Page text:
• 15% – on Web development and maintenance work
  • 10% – on search engine marketing
  • 5 % – on search engine optimization
  • 5% – on email marketing and direct mail

If you choose to focus your limited attention span on Web analytics, rewards await.

You gain deeper understanding of your site visitors. You can improve user experience. You get the opportunity to make smart decisions and improve resource allocation. And you get the ticket to a greater return on your Web investment. These rewards come only if you have adopted an action orientation.

An action orientation for your KPI program starts with developing your selection criteria. The KPIs must be relevant, timely and instantly useful. Resist the urge to showcase everything and start small. For example, just five data-points — traffic/reach, search, satisfaction, actions and outcomes — can be a satisfying beginning to your work. Once you have the KPIs locked in, the next critical step is scheduling reports. I recommend not less than quarterly. Reports should also keep the audience in mind and be edited for their particular needs and attention span. Finally, do not neglect meetings. Sending out an email link will not do if you want to a reputation for action.

The action orientation follows a cycle of its own — identify the problem, the metric, your hypothesis, fix the problem, test the fix, analyze the results and take action to modify the fix as needed. Then the cycle starts anew.


Making your KPI reports audience centric is one of the keys to success. At the AF Portal, for example, we identified three key groups who needed regular KPI reports.

The first group – senior leadership – received a culled down executive size report of no more than three metrics. The idea was to have everyone on the same page with something that was easily digested and summarized and could fit on an index card in a pocket if desired. For our executive KPIs we selected reach, search and satisfaction.

The second group was content managers for the 20 Major Commands at the USAF. These team members had responsibility over the growth and maintenance of the AF Portal and its adoption at the headquarters command and the various Air Force Bases at that command.  They also worked to disseminate policy, seed adoption and all the other day-to-day operational details of running their Intranet. For this group, we identified seven KPIs that mattered.  They would get these metrics on a routine schedule. These KPIs included the first three the executives got, plus four more: top entry (to capture popularity), feedback, page influence (to get at top editorials/stories), and savings (to monetize the top ten downloaded documents, which helped the team get their arms around return on investment and changing the business of publishing content).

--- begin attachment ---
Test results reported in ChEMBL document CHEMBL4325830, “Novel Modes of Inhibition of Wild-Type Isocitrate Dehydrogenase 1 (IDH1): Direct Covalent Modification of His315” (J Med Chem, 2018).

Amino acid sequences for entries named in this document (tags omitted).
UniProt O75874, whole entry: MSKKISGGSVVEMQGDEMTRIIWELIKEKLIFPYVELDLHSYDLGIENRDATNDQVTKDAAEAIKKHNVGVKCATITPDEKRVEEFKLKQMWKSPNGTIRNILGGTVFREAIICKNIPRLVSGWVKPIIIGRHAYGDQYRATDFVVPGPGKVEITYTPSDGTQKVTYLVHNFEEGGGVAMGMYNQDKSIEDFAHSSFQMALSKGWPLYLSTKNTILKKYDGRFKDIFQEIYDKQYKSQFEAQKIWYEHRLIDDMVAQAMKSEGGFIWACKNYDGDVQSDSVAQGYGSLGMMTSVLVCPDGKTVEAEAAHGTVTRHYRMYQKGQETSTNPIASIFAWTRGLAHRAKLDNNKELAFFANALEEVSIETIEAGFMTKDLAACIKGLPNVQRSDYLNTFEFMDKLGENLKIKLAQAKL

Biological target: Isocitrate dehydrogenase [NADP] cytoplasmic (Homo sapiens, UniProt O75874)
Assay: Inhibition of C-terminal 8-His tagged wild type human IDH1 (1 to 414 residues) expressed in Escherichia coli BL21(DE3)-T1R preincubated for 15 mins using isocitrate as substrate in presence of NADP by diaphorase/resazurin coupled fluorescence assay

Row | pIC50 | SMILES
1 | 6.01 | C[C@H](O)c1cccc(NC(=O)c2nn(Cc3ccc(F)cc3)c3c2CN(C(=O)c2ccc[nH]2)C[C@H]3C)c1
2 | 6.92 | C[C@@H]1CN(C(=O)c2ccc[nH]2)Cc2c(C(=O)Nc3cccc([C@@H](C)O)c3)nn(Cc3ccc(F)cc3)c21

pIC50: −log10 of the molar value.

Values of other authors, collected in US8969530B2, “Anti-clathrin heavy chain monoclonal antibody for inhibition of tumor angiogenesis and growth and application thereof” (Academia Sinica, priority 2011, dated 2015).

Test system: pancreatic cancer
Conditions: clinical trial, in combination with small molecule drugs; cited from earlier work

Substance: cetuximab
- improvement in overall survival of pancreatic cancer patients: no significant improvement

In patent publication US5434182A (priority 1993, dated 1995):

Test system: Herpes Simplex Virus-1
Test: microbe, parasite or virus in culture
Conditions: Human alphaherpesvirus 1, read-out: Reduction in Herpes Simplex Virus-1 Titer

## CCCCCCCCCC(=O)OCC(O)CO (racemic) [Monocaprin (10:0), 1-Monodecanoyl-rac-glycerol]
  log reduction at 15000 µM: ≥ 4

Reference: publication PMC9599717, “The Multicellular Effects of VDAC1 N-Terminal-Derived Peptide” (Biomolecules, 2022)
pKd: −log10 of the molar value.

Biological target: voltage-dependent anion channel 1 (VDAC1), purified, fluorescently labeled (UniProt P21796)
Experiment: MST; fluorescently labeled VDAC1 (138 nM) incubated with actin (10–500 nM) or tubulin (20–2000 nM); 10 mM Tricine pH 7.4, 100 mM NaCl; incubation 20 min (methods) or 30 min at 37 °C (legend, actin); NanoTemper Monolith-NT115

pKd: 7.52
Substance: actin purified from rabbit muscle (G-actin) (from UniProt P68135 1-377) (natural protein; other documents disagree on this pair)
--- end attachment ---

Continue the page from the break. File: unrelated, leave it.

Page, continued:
The third group was the AF Portal team, responsible for the day-to-day operations of the enterprise effort. Here, team members got all seven metrics that the Content Managers got, along with three more: adoption (to capture registered users), loyalty (to get at time per page and trends) and help desk (where we pinpointed the metric to problem types only, although other help desk metrics were circulated to another team more focused on that part of the effort).

In identifying the KPIs that you will share across your organization, it is vital to link it to strategic questions that get at the overall goals and challenges your organization faces and answer the burning questions you have about whether you are effective. For example, a set of conceptual KPIs for one organization included the following five:

  • Reach: does our audience know about us.
  • Relevance: are we providing what our key audiences want?
  • Packaging: is the information we offer in a consistent and usable format?
  • Access and Collaboration: are staff experts made available and used?
  • Quality: are we delivering a superlative Web experience?


If you are in charge of your organization’s Web analytics program, and you want to leap into the future, you must negotiate agreements and hold routine voice-of-the-customer meetings. The agreements should cover the format of your reports, who owns which metric (spread the love!) and agreement on the audience segments who will receive your metrics reports. The meetings will be critical to your success. Do not fall into the rut of pressing the send button and thinking your job is done. Hold meetings not less than quarterly with all the right stakeholders invited.

One last part of your job which will impact your success is how you choose to present your data. Style matters.

It is important to include trending, so users of the data can compare results over time. The reports goals should be to make the data actionable, hold owners accountable, improve take-aways and seed discussions that will help you and the organization reach decisions about how to manage your Web site. I have found the best format to reach these goals is a quad-chart style dashboard. This is a tip I picked up at a Web analytics conference from a presentation led by Avinash Kaushik, then with Intuit and now with Google.